Is Barack Obama a Radical Socialist, a Pro-Business Sell-Out, Both, or Neither?

History reveals that business groups and their political and academic allies always issue dire warnings about the awful disasters that will befall us if government protects consumers, workers, seniors, children, the disabled, and the environment. As we've seen time and time again, they are usually "crying wolf."
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President Obama's conservative opponents lambast him as a radical, a socialist, and a purveyor of class warfare. His left-wing critics think he's in bed with Wall Street, too cautious and timid to challenge the corporate establishment and the richest 1 percent.

These contradictory views of Obama reflect not only the nation's ideological chasm but also a country whose stances on economic and social issues are constantly in flux. Indeed, the radical dreams of one generation often become the common sense ideas of the next generation.

Consider Social Security.

Victor Berger, Milwaukee's Socialist Congressman, introduced the first bill for old-age insurance in 1911. But it wasn't until 1935, in the midst of the Great Depression, that President Franklin Roosevelt proposed and Congress passed the Social Security Act. FDR signed it into law on August 14, 1935.

Today, an overwhelming majority of Americans -- including 87 percent of Republicans and 91 percent of Democrats, according to a Pew poll last year -- believe that Social Security has been good for the country. Even the vast majority of Tea Partiers embrace Social Security. A poll last year found that 77 percent of all Americans -- and 67 percent of avowed Tea Party supporters -- preferred increasing the payroll tax over reducing Social Security benefits or raising the retirement age to 69.

Americans today support many other ideas -- for example, women's right to vote, laws protecting consumers from unsafe products like food and medicine, and the minimum wage -- that were once viewed as radical. How do these notions become so respectable that even conservative take them for granted?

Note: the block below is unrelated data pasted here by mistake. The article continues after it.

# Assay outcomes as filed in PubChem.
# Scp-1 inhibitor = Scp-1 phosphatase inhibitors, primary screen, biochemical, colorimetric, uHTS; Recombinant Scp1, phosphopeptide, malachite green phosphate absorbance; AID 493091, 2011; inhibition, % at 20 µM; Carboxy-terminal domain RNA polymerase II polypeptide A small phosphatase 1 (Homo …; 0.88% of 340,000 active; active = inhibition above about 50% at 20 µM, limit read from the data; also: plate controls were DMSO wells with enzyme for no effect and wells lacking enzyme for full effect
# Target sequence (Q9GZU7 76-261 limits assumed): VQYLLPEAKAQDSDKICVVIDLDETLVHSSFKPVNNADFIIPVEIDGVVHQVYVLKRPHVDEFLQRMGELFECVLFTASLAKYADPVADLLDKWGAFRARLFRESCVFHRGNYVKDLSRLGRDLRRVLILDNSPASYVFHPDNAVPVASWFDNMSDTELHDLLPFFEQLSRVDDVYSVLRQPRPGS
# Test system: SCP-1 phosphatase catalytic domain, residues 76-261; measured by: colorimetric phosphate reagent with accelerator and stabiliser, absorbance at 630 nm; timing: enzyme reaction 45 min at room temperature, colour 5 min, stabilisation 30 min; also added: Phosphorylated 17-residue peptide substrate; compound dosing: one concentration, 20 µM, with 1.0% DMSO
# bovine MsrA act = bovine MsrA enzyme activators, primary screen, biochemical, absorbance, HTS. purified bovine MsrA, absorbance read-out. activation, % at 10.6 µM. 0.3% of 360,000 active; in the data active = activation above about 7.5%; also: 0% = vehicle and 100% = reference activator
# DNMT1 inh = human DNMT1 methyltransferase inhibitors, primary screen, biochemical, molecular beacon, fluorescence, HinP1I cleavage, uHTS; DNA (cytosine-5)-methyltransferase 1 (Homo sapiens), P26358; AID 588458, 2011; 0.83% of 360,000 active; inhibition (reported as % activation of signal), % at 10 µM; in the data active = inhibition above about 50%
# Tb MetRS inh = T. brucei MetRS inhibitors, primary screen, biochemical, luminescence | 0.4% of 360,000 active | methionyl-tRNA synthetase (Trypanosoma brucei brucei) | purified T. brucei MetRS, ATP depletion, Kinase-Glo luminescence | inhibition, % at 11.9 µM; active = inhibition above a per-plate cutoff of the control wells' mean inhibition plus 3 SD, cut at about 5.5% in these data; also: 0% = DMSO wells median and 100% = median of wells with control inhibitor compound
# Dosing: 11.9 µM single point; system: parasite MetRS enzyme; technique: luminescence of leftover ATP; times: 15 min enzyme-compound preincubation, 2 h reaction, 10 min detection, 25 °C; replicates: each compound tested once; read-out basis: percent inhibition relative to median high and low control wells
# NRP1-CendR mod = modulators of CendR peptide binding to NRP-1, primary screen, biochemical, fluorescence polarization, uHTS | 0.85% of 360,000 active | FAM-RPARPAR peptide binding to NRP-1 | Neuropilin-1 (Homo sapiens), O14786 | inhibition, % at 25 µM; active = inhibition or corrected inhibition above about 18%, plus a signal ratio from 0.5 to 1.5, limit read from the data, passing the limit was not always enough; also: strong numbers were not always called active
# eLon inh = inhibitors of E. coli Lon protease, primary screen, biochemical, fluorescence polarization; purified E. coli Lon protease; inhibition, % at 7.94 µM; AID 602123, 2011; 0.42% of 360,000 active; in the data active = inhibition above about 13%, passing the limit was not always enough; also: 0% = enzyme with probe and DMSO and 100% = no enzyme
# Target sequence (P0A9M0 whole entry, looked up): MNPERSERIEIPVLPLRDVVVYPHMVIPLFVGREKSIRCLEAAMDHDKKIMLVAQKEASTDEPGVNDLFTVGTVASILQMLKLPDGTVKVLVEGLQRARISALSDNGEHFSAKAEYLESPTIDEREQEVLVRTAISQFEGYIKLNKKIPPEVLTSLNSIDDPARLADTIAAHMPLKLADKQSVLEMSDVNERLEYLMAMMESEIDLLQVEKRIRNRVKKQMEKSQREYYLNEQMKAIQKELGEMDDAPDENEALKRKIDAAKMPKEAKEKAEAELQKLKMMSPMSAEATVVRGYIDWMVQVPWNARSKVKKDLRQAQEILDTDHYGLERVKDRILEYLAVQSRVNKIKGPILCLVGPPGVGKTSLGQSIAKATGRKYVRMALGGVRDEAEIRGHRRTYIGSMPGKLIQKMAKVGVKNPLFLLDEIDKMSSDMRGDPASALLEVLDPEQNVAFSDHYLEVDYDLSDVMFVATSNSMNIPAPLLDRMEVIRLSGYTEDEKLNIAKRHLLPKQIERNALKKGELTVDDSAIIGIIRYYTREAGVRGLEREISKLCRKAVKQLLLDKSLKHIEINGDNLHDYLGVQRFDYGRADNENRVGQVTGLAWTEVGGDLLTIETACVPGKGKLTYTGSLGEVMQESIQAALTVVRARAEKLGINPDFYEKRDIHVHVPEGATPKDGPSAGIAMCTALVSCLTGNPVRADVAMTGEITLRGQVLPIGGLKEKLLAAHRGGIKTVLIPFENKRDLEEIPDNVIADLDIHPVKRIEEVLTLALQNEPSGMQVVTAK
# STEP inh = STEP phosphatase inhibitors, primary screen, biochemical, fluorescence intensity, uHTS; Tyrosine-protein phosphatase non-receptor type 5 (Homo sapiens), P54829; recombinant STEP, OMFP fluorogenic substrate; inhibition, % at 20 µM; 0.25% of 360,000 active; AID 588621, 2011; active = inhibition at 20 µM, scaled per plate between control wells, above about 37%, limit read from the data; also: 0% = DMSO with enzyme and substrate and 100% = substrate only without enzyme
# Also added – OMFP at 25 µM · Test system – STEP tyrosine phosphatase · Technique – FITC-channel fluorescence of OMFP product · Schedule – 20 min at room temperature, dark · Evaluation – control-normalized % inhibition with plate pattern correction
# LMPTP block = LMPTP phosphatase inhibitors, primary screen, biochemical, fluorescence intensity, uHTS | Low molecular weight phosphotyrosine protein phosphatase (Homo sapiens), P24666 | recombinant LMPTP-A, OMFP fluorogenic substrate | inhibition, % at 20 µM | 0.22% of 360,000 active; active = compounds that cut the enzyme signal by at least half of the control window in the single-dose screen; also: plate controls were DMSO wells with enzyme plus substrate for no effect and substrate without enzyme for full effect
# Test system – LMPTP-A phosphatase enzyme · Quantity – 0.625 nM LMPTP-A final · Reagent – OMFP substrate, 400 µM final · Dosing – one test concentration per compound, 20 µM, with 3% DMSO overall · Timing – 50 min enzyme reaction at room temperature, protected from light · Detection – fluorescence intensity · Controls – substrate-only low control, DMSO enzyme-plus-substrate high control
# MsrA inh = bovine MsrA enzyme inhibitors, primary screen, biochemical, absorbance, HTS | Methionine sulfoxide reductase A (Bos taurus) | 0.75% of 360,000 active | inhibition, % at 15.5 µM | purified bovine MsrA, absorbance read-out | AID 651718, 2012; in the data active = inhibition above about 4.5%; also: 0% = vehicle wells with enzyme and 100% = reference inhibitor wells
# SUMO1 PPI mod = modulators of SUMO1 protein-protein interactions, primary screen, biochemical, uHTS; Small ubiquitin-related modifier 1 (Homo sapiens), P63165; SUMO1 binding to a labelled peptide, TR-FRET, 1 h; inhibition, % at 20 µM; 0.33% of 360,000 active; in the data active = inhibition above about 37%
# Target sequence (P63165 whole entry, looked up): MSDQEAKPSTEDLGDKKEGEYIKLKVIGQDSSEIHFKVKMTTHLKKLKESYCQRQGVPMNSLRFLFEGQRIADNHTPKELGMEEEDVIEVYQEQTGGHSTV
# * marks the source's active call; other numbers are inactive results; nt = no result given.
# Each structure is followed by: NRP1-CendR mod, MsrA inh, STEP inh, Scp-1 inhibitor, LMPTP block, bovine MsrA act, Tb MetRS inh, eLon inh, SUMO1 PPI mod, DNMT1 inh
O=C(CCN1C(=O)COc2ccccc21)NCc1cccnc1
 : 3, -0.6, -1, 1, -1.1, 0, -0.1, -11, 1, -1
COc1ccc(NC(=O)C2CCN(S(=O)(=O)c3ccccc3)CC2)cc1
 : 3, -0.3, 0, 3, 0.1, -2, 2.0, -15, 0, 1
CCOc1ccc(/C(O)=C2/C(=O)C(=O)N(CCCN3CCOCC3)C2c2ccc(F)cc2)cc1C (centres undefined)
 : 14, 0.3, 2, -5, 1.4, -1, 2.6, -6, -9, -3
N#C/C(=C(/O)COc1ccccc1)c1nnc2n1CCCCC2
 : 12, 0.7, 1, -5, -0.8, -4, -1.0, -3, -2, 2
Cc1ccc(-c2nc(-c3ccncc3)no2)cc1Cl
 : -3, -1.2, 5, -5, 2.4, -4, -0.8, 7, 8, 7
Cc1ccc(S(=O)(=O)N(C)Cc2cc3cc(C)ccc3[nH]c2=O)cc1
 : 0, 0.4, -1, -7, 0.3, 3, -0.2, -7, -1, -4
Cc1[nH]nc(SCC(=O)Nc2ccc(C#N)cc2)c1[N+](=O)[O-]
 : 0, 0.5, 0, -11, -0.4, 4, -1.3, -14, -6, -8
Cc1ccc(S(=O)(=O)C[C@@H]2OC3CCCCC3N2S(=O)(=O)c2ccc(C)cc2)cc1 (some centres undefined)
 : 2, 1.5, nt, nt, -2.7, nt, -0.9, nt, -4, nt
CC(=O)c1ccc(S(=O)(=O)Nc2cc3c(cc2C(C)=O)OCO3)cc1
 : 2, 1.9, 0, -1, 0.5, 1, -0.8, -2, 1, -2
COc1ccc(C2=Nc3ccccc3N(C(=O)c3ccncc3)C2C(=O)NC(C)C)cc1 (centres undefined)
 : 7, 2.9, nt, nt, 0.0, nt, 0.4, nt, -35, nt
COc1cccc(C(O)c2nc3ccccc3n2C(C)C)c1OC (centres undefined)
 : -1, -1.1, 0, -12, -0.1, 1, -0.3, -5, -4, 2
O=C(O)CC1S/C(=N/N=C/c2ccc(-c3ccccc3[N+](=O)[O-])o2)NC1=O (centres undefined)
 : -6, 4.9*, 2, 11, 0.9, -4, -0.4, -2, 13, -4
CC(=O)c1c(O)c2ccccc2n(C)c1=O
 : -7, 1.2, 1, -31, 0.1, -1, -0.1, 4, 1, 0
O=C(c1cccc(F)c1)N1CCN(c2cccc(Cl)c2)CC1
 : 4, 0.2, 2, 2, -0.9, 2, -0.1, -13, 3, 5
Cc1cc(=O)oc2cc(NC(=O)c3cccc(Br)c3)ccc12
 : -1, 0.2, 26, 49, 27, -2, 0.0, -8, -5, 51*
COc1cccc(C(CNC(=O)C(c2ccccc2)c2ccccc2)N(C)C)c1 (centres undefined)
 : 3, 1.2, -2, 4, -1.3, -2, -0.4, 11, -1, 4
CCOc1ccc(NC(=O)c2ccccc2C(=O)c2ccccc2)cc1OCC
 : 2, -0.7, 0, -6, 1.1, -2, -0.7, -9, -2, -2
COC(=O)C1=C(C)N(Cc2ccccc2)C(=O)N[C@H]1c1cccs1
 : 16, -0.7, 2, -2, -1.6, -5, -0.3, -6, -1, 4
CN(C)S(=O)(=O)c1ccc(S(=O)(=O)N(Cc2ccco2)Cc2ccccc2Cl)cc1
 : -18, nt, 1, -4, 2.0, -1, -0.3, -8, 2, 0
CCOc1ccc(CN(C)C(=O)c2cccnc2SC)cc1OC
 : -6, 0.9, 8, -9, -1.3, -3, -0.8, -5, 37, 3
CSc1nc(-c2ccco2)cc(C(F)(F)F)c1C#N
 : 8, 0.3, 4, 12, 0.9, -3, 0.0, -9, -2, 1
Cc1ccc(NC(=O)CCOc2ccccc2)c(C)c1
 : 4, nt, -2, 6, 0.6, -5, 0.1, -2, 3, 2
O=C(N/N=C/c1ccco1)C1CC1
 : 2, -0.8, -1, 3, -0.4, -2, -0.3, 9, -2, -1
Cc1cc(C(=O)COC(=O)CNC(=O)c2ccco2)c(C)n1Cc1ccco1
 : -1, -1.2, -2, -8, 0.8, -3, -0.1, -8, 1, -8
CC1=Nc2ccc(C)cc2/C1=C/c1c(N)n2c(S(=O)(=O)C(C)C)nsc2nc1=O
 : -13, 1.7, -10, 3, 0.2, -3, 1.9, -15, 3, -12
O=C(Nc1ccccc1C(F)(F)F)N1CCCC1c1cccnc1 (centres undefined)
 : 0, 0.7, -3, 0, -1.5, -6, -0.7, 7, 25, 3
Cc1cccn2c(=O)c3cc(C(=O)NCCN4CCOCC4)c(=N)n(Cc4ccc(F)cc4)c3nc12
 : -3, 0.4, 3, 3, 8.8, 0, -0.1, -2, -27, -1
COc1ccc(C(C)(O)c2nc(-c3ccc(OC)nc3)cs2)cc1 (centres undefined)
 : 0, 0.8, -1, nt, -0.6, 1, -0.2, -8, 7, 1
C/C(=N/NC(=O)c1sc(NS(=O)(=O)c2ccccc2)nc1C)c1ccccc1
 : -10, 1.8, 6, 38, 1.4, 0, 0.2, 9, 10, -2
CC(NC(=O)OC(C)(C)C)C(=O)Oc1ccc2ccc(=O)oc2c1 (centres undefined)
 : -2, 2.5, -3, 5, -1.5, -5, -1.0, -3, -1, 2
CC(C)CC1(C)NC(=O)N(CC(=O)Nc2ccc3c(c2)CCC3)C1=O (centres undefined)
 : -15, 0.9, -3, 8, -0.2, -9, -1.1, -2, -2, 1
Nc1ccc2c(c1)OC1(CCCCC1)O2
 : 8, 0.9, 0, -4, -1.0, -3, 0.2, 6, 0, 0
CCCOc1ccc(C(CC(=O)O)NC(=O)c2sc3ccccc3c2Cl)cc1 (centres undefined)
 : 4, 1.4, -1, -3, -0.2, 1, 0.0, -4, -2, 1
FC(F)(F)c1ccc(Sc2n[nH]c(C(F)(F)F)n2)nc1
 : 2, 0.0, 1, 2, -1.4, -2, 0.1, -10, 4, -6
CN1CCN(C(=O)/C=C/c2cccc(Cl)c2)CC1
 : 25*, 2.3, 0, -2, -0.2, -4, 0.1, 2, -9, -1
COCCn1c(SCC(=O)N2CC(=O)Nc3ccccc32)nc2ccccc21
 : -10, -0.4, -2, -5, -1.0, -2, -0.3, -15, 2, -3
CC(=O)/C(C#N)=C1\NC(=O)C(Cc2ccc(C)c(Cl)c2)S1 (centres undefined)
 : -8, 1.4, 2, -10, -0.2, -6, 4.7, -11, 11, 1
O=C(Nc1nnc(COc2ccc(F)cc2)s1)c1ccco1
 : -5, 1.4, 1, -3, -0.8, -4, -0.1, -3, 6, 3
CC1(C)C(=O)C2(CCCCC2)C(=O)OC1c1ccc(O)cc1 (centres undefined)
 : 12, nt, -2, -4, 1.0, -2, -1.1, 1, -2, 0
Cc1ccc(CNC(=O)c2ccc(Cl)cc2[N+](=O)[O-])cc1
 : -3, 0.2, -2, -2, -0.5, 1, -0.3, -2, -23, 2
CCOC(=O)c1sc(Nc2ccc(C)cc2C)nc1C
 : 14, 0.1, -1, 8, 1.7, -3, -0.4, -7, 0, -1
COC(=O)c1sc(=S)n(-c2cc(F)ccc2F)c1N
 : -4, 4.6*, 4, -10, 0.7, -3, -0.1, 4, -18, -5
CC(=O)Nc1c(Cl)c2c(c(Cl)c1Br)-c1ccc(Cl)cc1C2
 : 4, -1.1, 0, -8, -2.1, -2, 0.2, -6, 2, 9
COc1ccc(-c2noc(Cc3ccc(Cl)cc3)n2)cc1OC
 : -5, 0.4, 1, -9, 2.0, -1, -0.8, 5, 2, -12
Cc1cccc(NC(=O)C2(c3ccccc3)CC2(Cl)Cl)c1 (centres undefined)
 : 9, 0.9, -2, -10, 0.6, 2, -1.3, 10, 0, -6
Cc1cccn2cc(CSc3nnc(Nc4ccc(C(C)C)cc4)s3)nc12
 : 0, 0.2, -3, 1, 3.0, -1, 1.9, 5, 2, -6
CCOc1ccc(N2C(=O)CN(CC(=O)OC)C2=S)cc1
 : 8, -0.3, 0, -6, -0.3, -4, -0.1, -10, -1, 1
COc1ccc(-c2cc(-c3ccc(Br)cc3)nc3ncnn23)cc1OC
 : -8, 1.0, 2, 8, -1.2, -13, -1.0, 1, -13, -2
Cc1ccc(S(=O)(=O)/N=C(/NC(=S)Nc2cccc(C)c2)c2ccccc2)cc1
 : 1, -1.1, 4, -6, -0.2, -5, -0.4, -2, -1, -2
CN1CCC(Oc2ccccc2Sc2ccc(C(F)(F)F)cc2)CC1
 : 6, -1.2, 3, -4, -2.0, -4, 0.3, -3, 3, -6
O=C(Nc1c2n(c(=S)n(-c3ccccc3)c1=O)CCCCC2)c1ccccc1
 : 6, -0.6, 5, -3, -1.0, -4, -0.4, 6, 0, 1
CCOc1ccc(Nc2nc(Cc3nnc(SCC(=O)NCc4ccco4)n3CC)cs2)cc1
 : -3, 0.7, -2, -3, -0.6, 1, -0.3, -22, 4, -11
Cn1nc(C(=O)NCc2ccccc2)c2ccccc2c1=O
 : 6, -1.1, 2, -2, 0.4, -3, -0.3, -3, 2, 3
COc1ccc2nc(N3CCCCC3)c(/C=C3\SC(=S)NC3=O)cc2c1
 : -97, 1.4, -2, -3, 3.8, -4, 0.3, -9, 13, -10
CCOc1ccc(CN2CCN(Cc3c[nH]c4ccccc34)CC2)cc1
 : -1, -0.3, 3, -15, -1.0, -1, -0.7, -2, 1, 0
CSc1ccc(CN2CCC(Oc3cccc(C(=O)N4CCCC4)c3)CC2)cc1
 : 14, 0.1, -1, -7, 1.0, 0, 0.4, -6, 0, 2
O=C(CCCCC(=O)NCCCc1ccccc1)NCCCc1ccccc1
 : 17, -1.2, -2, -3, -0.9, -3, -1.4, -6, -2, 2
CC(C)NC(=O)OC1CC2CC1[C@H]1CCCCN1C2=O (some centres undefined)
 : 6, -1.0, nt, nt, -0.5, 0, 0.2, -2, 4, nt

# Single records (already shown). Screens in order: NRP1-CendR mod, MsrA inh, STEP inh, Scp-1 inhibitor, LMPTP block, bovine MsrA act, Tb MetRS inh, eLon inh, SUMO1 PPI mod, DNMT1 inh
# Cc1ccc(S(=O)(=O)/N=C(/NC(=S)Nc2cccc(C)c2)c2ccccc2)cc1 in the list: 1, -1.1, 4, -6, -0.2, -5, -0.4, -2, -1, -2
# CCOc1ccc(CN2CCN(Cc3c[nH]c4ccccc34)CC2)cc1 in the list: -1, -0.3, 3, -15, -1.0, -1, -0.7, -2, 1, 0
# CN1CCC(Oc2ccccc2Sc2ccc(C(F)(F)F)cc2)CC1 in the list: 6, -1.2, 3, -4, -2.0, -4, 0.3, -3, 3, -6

It begins when progressive movements use unconventional tactics -- such as protest demonstrations, hunger strikes, boycotts, and sit-ins -- to inject these notions into the public debate. The establishment initially vilifies them as socialistic, utopian, or even un-American. But as these ideas tap into people's real concerns, the public begins to accept them. Then some forward-looking members of the establishment -- including some liberal politicians and enlightened business leaders -- embrace them, amplify them, and co-opt them as reasonable "reforms," which in turn broadens public support. Once these reforms are enacted into law, Americans get used to them, especially if they improve the quality of their lives. By the time the next generation comes along, they consider these once-radical concepts as common sense, like the old furniture in the house.

That's what happened with Social Security.

It began in 1862, when Congress enacted legislation providing pensions for Civil War veterans injured in battle. Soon these benefits were extended to the veterans' widows and orphans, and by 1890 any disabled Civil War veteran could qualify for the benefits, even if his injury wasn't caused by his military service. The 1892 platform of the People's Party, a populist crusade of rural farmers and urban workers, called for "fair and liberal pensions to ex-Union soldiers and sailors." Its presidential nominee, James Weaver, lost the race, but some of the party's ideas, including pensions, had a life of their own that captivated the public. As a result, Congress expanded the program so that by 1910, all Civil War vets, by virtue of old age, qualified for the pensions, as did their survivors.

The Civil War vets pension program became so popular that others took up the call for a similar benefit for all Americans facing economic insecurity. During the Depression of 1894, Jacob Coxey, an Ohio businessman and unsuccessful politician, led tens of thousands of jobless Americans from across the country on a march on Washington to demand government-sponsored jobs and a safety net during hard times. In 1901, the Socialist Party platform called for accident, unemployment, sickness, and old age insurance. Eugene Debs, the Socialists' charismatic leader, endorsed the entire package in his several presidential campaigns. In 1911, Berger, the Socialist Congressman, introduced the first proposal for universal old-age insurance. Labor unions took up the issue and agitated for both old age and unemployment insurance.

When the next big Depression hit in 1929, poverty and desperation increased dramatically. About one-quarter of all Americans were out of work and about half of the elderly lacked sufficient income to be self-supporting. As economic conditions worsened, protests by seniors, workers, farmers, military veterans and others escalated. In response, 30 states enacted some form of old-age pensions, but the programs were too stingy to alleviate much suffering. Only about 3 percent of the elderly received any benefits, and the average amount was only about 65 cents a day.